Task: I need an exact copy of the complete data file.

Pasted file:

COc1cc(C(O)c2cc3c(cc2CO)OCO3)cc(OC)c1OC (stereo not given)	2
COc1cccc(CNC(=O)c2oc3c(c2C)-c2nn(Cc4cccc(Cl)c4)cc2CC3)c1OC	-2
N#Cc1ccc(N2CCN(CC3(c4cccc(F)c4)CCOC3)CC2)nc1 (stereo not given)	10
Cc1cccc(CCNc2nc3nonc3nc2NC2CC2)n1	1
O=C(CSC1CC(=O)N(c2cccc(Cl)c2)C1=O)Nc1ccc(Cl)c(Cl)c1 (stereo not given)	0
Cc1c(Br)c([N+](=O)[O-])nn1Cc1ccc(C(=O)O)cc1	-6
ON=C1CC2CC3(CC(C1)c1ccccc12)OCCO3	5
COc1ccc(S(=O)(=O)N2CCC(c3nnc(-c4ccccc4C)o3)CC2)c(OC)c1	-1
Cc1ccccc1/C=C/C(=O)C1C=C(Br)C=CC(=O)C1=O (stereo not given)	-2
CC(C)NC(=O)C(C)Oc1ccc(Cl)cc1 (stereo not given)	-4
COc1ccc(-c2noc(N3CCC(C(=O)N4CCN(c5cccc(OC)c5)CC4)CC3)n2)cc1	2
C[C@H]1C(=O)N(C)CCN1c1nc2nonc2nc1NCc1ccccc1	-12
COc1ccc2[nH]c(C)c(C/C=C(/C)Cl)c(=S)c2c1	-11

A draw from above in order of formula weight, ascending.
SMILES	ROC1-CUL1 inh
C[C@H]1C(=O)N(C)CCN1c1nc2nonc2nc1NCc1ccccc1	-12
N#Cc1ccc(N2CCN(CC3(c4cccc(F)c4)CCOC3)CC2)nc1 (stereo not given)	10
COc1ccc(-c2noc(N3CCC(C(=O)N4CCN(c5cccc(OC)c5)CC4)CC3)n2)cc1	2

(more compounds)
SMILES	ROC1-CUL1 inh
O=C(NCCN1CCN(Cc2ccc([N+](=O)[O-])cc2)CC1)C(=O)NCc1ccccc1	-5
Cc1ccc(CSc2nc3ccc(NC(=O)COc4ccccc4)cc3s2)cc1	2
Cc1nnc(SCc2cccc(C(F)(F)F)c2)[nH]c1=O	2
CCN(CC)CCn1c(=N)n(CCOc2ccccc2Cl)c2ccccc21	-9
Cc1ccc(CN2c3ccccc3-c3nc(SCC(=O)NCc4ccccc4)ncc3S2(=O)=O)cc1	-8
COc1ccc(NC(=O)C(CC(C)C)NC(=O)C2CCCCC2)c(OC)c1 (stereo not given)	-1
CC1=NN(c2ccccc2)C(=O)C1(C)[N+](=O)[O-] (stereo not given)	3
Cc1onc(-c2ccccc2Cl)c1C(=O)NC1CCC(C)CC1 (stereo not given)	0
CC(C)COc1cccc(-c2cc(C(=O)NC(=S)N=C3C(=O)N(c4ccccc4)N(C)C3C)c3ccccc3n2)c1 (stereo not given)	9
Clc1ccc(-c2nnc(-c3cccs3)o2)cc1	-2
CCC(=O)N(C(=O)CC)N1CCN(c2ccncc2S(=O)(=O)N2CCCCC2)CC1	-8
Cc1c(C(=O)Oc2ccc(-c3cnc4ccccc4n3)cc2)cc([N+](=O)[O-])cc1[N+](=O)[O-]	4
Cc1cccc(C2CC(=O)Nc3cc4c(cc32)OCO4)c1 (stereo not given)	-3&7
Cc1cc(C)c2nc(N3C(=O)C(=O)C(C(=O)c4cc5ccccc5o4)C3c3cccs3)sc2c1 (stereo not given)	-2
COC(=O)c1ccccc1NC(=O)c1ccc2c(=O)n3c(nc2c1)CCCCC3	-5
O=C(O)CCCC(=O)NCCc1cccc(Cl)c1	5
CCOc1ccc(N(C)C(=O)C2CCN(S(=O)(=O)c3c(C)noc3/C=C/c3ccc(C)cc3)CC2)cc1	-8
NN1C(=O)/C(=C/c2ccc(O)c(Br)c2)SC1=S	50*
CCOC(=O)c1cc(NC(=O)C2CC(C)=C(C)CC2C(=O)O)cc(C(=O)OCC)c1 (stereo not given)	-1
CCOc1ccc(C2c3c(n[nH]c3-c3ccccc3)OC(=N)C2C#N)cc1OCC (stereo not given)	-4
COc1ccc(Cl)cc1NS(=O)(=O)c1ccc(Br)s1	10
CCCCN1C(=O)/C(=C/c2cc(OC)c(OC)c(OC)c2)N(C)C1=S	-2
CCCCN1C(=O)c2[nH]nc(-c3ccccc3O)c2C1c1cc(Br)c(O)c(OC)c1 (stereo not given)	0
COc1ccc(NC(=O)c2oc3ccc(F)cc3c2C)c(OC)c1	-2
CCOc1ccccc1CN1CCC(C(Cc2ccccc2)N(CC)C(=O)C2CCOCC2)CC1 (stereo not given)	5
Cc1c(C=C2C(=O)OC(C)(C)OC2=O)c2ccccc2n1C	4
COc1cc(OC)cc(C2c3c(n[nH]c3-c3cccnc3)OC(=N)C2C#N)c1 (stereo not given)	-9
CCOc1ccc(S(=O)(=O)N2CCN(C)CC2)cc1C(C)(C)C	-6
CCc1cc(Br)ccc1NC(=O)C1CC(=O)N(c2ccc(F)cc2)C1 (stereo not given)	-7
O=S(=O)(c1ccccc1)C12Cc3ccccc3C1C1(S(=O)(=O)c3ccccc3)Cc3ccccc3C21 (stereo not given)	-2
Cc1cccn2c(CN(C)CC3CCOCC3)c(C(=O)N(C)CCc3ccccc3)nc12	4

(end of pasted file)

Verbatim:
COc1cc(C(O)c2cc3c(cc2CO)OCO3)cc(OC)c1OC (stereo not given)	2
COc1cccc(CNC(=O)c2oc3c(c2C)-c2nn(Cc4cccc(Cl)c4)cc2CC3)c1OC	-2
N#Cc1ccc(N2CCN(CC3(c4cccc(F)c4)CCOC3)CC2)nc1 (stereo not given)	10
Cc1cccc(CCNc2nc3nonc3nc2NC2CC2)n1	1
O=C(CSC1CC(=O)N(c2cccc(Cl)c2)C1=O)Nc1ccc(Cl)c(Cl)c1 (stereo not given)	0
Cc1c(Br)c([N+](=O)[O-])nn1Cc1ccc(C(=O)O)cc1	-6
ON=C1CC2CC3(CC(C1)c1ccccc12)OCCO3	5
COc1ccc(S(=O)(=O)N2CCC(c3nnc(-c4ccccc4C)o3)CC2)c(OC)c1	-1
Cc1ccccc1/C=C/C(=O)C1C=C(Br)C=CC(=O)C1=O (stereo not given)	-2
CC(C)NC(=O)C(C)Oc1ccc(Cl)cc1 (stereo not given)	-4
COc1ccc(-c2noc(N3CCC(C(=O)N4CCN(c5cccc(OC)c5)CC4)CC3)n2)cc1	2
C[C@H]1C(=O)N(C)CCN1c1nc2nonc2nc1NCc1ccccc1	-12
COc1ccc2[nH]c(C)c(C/C=C(/C)Cl)c(=S)c2c1	-11

A draw from above in order of formula weight, ascending.
SMILES	ROC1-CUL1 inh
C[C@H]1C(=O)N(C)CCN1c1nc2nonc2nc1NCc1ccccc1	-12
N#Cc1ccc(N2CCN(CC3(c4cccc(F)c4)CCOC3)CC2)nc1 (stereo not given)	10
COc1ccc(-c2noc(N3CCC(C(=O)N4CCN(c5cccc(OC)c5)CC4)CC3)n2)cc1	2

(more compounds)
SMILES	ROC1-CUL1 inh
O=C(NCCN1CCN(Cc2ccc([N+](=O)[O-])cc2)CC1)C(=O)NCc1ccccc1	-5
Cc1ccc(CSc2nc3ccc(NC(=O)COc4ccccc4)cc3s2)cc1	2
Cc1nnc(SCc2cccc(C(F)(F)F)c2)[nH]c1=O	2
CCN(CC)CCn1c(=N)n(CCOc2ccccc2Cl)c2ccccc21	-9
Cc1ccc(CN2c3ccccc3-c3nc(SCC(=O)NCc4ccccc4)ncc3S2(=O)=O)cc1	-8
COc1ccc(NC(=O)C(CC(C)C)NC(=O)C2CCCCC2)c(OC)c1 (stereo not given)	-1
CC1=NN(c2ccccc2)C(=O)C1(C)[N+](=O)[O-] (stereo not given)	3
Cc1onc(-c2ccccc2Cl)c1C(=O)NC1CCC(C)CC1 (stereo not given)	0
CC(C)COc1cccc(-c2cc(C(=O)NC(=S)N=C3C(=O)N(c4ccccc4)N(C)C3C)c3ccccc3n2)c1 (stereo not given)	9
Clc1ccc(-c2nnc(-c3cccs3)o2)cc1	-2
CCC(=O)N(C(=O)CC)N1CCN(c2ccncc2S(=O)(=O)N2CCCCC2)CC1	-8
Cc1c(C(=O)Oc2ccc(-c3cnc4ccccc4n3)cc2)cc([N+](=O)[O-])cc1[N+](=O)[O-]	4
Cc1cccc(C2CC(=O)Nc3cc4c(cc32)OCO4)c1 (stereo not given)	-3&7
Cc1cc(C)c2nc(N3C(=O)C(=O)C(C(=O)c4cc5ccccc5o4)C3c3cccs3)sc2c1 (stereo not given)	-2
COC(=O)c1ccccc1NC(=O)c1ccc2c(=O)n3c(nc2c1)CCCCC3	-5
O=C(O)CCCC(=O)NCCc1cccc(Cl)c1	5
CCOc1ccc(N(C)C(=O)C2CCN(S(=O)(=O)c3c(C)noc3/C=C/c3ccc(C)cc3)CC2)cc1	-8
NN1C(=O)/C(=C/c2ccc(O)c(Br)c2)SC1=S	50*
CCOC(=O)c1cc(NC(=O)C2CC(C)=C(C)CC2C(=O)O)cc(C(=O)OCC)c1 (stereo not given)	-1
CCOc1ccc(C2c3c(n[nH]c3-c3ccccc3)OC(=N)C2C#N)cc1OCC (stereo not given)	-4
COc1ccc(Cl)cc1NS(=O)(=O)c1ccc(Br)s1	10
CCCCN1C(=O)/C(=C/c2cc(OC)c(OC)c(OC)c2)N(C)C1=S	-2
CCCCN1C(=O)c2[nH]nc(-c3ccccc3O)c2C1c1cc(Br)c(O)c(OC)c1 (stereo not given)	0
COc1ccc(NC(=O)c2oc3ccc(F)cc3c2C)c(OC)c1	-2
CCOc1ccccc1CN1CCC(C(Cc2ccccc2)N(CC)C(=O)C2CCOCC2)CC1 (stereo not given)	5
Cc1c(C=C2C(=O)OC(C)(C)OC2=O)c2ccccc2n1C	4
COc1cc(OC)cc(C2c3c(n[nH]c3-c3cccnc3)OC(=N)C2C#N)c1 (stereo not given)	-9
CCOc1ccc(S(=O)(=O)N2CCN(C)CC2)cc1C(C)(C)C	-6
CCc1cc(Br)ccc1NC(=O)C1CC(=O)N(c2ccc(F)cc2)C1 (stereo not given)	-7
O=S(=O)(c1ccccc1)C12Cc3ccccc3C1C1(S(=O)(=O)c3ccccc3)Cc3ccccc3C21 (stereo not given)	-2
Cc1cccn2c(CN(C)CC3CCOCC3)c(C(=O)N(C)CCc3ccccc3)nc12	4